Regardless of the end goal, development team structure, or any other variable, visibility is crucial for each and every project workflow.
Clear insight into definable and measurable concepts, such as the business value delivered and incidence of defects per feature, supports effective decision making about the project itself and can help inform future efforts as well. Metrics that are somewhat more subjective, like team happiness and motivation, can also be tracked, reviewed, and analyzed to create a more complete view of the project.
Real-time insight empowers team, department, and business leaders to identify possible issues before they turn into active problems, make effective adjustments, and determine a team’s strengths and potential areas for improvement. By selecting effective metrics and putting dependable tools in place to calculate and monitor them, development teams can benefit from a data-driven workflow designed to optimize resource spend and lead to more attractive, effective, and desirable final products.
To ensure relevance and usefulness, metrics need to align with the goals of the specific project at hand and the business as a whole. The development team, and any other relevant stakeholders, can then track and interpret the most relevant indicators for a specific project.
On a practical level, this requirement makes selecting metrics a relatively straightforward process. While teams and their leaders will need to review each project on an individual basis, the most important factors for success should already be clear. Those goals will narrow the list of potential metrics, making it easier to choose the most important options.
In some cases, metrics that are standard across the industry can easily be applied to specific projects. In others, it’s vital to use a less common set of metrics to accurately reflect project priorities and needs. No matter the situation, the key is to ensure relevance and value before moving forward.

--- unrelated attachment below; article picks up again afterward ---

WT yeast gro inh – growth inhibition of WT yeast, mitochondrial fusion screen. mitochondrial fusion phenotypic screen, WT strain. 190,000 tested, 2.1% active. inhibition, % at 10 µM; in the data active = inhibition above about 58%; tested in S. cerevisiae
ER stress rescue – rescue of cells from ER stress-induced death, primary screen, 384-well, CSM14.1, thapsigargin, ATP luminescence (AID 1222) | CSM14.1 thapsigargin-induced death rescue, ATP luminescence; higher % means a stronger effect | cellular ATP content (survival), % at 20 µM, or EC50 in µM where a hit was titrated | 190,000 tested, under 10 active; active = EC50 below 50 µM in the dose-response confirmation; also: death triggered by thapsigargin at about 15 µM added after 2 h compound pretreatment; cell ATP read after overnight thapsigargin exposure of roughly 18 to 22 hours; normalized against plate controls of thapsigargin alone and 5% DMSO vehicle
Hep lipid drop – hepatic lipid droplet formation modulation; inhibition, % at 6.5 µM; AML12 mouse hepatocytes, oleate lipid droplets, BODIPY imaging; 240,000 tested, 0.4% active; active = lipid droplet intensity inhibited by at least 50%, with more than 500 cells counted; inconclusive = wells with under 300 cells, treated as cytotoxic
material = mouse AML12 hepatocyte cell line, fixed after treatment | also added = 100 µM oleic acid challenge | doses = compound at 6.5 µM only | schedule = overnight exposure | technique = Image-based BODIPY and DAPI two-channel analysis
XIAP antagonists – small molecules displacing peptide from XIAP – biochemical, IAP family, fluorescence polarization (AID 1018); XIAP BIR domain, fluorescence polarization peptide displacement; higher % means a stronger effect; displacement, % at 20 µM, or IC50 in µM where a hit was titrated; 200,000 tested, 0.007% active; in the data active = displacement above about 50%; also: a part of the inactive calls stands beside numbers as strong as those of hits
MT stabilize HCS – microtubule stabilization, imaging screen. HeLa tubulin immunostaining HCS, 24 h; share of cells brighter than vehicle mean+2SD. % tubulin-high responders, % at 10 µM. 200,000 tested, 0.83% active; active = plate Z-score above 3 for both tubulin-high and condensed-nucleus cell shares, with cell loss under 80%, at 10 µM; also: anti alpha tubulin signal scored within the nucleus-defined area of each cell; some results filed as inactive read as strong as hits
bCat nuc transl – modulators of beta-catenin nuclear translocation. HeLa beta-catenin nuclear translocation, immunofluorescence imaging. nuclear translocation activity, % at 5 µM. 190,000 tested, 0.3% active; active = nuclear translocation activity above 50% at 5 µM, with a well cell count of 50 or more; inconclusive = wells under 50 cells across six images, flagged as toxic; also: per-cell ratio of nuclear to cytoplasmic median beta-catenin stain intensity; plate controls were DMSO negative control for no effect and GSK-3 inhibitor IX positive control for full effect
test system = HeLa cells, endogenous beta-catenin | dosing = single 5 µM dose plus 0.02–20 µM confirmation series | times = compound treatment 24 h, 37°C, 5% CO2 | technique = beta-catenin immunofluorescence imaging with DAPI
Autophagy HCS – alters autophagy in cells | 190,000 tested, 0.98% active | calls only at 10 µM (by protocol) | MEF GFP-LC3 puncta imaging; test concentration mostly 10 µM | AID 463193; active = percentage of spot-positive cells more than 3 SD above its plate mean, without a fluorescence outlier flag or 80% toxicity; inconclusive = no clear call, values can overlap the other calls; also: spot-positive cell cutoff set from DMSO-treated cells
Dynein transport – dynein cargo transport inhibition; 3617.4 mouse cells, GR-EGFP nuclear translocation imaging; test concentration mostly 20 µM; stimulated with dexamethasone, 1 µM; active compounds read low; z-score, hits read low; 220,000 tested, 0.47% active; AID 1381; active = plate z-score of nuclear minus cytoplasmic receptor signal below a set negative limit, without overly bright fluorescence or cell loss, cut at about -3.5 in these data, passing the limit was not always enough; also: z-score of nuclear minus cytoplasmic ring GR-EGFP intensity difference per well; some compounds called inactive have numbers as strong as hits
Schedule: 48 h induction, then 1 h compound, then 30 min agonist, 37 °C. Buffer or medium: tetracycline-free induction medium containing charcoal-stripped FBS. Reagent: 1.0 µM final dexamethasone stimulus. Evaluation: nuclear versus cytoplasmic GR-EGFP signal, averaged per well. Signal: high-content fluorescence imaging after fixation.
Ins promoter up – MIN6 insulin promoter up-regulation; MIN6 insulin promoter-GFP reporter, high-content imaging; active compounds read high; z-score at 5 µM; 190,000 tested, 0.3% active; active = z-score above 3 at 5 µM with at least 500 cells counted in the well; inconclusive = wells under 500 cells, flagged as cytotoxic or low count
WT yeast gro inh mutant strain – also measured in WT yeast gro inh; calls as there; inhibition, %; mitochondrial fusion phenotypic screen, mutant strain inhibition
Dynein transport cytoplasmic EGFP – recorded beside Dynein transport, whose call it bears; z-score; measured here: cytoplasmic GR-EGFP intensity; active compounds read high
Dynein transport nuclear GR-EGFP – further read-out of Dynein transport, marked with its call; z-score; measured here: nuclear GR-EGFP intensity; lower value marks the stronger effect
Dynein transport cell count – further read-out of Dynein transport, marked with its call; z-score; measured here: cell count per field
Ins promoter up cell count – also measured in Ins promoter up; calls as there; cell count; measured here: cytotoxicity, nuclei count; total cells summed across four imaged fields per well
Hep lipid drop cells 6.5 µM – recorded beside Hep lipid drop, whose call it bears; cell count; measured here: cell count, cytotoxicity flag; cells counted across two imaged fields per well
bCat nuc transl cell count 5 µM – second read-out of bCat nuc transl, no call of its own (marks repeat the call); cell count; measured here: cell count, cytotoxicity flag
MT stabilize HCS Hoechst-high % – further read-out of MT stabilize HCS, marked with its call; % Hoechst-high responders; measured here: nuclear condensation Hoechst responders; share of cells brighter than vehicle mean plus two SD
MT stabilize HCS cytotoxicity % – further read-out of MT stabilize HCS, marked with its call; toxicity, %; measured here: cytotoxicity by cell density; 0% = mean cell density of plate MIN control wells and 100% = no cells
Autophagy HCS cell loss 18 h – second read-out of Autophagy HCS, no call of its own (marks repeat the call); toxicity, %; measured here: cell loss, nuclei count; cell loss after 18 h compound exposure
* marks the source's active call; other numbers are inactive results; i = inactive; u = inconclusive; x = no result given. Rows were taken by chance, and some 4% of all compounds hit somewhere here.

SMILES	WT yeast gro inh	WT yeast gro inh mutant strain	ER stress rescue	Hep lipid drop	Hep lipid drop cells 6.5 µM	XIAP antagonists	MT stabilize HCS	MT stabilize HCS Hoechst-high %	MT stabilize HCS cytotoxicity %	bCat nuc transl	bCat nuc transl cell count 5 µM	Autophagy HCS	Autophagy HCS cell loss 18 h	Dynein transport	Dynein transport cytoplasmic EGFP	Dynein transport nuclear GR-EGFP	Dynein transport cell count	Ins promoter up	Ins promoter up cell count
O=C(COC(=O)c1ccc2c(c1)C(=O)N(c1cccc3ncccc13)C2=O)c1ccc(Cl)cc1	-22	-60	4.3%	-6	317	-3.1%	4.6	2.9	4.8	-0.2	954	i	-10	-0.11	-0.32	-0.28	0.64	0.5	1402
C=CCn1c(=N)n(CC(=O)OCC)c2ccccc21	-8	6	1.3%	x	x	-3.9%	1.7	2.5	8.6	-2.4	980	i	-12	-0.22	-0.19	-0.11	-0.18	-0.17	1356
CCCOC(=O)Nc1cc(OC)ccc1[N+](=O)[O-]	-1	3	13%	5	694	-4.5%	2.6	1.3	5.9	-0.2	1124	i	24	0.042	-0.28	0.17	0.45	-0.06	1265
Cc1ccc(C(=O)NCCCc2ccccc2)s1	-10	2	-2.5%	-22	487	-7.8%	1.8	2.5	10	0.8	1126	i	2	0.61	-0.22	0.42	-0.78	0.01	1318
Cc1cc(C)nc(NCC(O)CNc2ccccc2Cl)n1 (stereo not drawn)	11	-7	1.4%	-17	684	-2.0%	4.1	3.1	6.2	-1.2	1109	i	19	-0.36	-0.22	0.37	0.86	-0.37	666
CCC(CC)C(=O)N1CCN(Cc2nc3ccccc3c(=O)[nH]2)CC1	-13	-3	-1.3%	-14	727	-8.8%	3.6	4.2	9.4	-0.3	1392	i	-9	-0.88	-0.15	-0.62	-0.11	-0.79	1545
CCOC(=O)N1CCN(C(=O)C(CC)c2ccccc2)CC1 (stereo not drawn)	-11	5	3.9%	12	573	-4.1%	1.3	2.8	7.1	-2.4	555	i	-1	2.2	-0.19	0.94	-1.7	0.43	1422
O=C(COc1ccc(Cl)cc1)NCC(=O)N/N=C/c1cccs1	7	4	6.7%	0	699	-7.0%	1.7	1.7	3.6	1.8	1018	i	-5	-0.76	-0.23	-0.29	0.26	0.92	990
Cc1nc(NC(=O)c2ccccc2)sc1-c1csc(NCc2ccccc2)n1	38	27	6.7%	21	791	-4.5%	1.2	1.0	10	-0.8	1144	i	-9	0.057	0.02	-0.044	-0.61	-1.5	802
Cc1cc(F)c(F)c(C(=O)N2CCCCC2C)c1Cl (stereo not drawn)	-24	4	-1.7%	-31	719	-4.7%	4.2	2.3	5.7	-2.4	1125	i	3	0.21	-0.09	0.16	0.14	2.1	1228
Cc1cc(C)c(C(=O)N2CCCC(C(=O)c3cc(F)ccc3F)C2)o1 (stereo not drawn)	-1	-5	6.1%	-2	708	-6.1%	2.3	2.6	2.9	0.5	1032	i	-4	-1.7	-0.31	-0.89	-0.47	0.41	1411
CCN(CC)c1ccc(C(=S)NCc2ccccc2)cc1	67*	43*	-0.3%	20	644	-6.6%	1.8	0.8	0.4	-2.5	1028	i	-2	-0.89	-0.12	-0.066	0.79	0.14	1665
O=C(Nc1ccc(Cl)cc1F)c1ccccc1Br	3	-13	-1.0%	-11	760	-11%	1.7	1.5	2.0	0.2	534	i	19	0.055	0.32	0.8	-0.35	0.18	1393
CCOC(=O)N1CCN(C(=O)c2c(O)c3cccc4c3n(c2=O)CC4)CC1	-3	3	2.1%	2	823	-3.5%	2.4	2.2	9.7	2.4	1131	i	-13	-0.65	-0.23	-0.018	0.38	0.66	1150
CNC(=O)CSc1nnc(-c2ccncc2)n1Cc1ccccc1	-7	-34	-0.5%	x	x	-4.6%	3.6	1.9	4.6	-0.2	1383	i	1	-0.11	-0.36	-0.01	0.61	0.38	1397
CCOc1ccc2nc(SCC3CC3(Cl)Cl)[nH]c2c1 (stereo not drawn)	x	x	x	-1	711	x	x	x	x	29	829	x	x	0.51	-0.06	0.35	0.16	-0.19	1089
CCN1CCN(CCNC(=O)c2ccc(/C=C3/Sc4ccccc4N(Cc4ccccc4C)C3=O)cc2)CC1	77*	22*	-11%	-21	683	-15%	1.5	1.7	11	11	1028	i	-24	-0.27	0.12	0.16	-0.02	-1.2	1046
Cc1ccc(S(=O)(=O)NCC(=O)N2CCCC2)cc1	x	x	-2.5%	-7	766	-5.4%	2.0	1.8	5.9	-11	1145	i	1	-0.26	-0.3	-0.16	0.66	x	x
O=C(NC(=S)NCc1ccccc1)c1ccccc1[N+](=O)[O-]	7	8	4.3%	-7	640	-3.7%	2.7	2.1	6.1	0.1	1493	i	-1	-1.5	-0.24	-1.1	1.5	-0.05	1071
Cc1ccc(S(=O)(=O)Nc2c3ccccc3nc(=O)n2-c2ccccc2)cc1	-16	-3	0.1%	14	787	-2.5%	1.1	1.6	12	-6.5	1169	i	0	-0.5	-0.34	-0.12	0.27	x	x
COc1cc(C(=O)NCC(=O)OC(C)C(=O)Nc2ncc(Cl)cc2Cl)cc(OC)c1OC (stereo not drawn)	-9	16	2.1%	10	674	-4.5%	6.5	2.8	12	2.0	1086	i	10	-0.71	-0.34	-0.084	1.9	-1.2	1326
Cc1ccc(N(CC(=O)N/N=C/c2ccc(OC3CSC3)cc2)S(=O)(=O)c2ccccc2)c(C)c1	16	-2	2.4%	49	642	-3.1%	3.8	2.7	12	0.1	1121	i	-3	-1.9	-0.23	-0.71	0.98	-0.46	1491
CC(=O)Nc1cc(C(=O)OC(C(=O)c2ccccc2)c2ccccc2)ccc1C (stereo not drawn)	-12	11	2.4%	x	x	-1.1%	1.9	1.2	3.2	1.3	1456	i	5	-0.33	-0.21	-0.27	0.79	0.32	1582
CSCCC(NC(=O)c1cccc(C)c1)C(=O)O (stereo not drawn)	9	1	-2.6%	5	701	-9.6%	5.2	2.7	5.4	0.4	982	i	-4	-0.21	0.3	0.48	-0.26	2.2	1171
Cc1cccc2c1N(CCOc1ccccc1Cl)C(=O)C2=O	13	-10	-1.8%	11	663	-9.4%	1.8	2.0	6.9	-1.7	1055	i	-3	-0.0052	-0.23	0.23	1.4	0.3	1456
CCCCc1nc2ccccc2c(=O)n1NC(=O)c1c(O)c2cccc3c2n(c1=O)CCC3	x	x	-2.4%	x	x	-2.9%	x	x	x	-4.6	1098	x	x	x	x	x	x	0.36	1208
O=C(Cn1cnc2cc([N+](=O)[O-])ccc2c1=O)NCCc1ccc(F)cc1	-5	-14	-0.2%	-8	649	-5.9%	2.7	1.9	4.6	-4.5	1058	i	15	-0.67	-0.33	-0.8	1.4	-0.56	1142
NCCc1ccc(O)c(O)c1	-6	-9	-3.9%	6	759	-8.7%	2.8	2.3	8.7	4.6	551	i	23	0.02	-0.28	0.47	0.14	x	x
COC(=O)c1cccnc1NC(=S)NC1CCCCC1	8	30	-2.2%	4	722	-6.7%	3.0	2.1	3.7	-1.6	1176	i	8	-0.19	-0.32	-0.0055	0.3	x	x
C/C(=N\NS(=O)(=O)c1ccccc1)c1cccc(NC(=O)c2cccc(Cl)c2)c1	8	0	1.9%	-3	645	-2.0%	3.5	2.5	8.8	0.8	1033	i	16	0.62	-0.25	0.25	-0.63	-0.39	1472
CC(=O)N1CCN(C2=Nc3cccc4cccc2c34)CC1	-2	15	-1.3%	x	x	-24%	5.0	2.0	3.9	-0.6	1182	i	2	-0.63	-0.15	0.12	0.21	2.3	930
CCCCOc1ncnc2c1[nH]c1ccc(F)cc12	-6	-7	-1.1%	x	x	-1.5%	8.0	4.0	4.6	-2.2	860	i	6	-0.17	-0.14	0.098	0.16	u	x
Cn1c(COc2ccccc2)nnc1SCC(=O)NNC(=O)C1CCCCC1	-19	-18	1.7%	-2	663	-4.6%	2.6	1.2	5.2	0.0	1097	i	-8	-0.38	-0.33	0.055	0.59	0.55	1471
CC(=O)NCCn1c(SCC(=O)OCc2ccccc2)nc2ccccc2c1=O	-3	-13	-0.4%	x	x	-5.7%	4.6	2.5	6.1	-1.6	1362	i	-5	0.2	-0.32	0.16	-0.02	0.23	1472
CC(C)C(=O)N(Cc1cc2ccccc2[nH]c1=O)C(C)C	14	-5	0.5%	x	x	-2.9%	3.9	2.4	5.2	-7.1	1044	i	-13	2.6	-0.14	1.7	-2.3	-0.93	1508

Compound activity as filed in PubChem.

An important, if not entirely positive, point to take into account: A lack of definition in terms of project or overall business goals is a clear sign of larger (although not insurmountable) problems, a condition that can’t be addressed by selecting one set of project metrics over another.
With the need to consider metrics for each individual project in mind, let’s take a look at some of the most relevant and popular options for tracking performance, progress, and other key indicators.
The following metrics can apply to a strong majority of development projects. Project managers and teams still need to ensure these choices are useful for the task at hand rather than automatically selecting them, but the following options are often a good place to start:
Also called “business value delivery,” value delivered represents project development efficiency from a business point of view. By tracking and analyzing this metric, project managers can prioritize specific tasks based on the business profit expected to be derived from them.
This foundational goal can be at cross purposes with other important considerations that don’t directly drive value, such as technical debt solutions and project quality attributes. A holistic view of the project, then, is especially useful for striking a balance between value delivered and other core needs.
To measure value delivered, project managers track the sum of the business value parameters of the tasks delivered to end-users in a given time. The specifics can vary significantly. In one case, parameters may focus on generating an actual profit and increasing market share. In others, the key indicators may be raising user engagement with the product or improving product quality.
Delivery lead time represents the amount of time it takes work to move from an initial request to a completed state. It can be especially informative and useful in projects that involve the development of several features of the same type.
Fast and efficient delivery is a clear sign of strong performance, while slower timelines can indicate an issue or issues to be resolved. Tacking this metric allows stakeholders to more easily understand when changes to project architecture may be needed, based on the time required to complete a specific feature or group of them.
Delivery lead time measures the time elapsed from the point a piece of work – such as defect or feature – is requested (usually by a customer) to the point that it’s delivered to end users.
The team velocity metric is an indication of the amount of work a team can be expected to complete in a specific unit of time. In agile development methodologies, team velocity generally refers to the number of story points completed during a single sprint.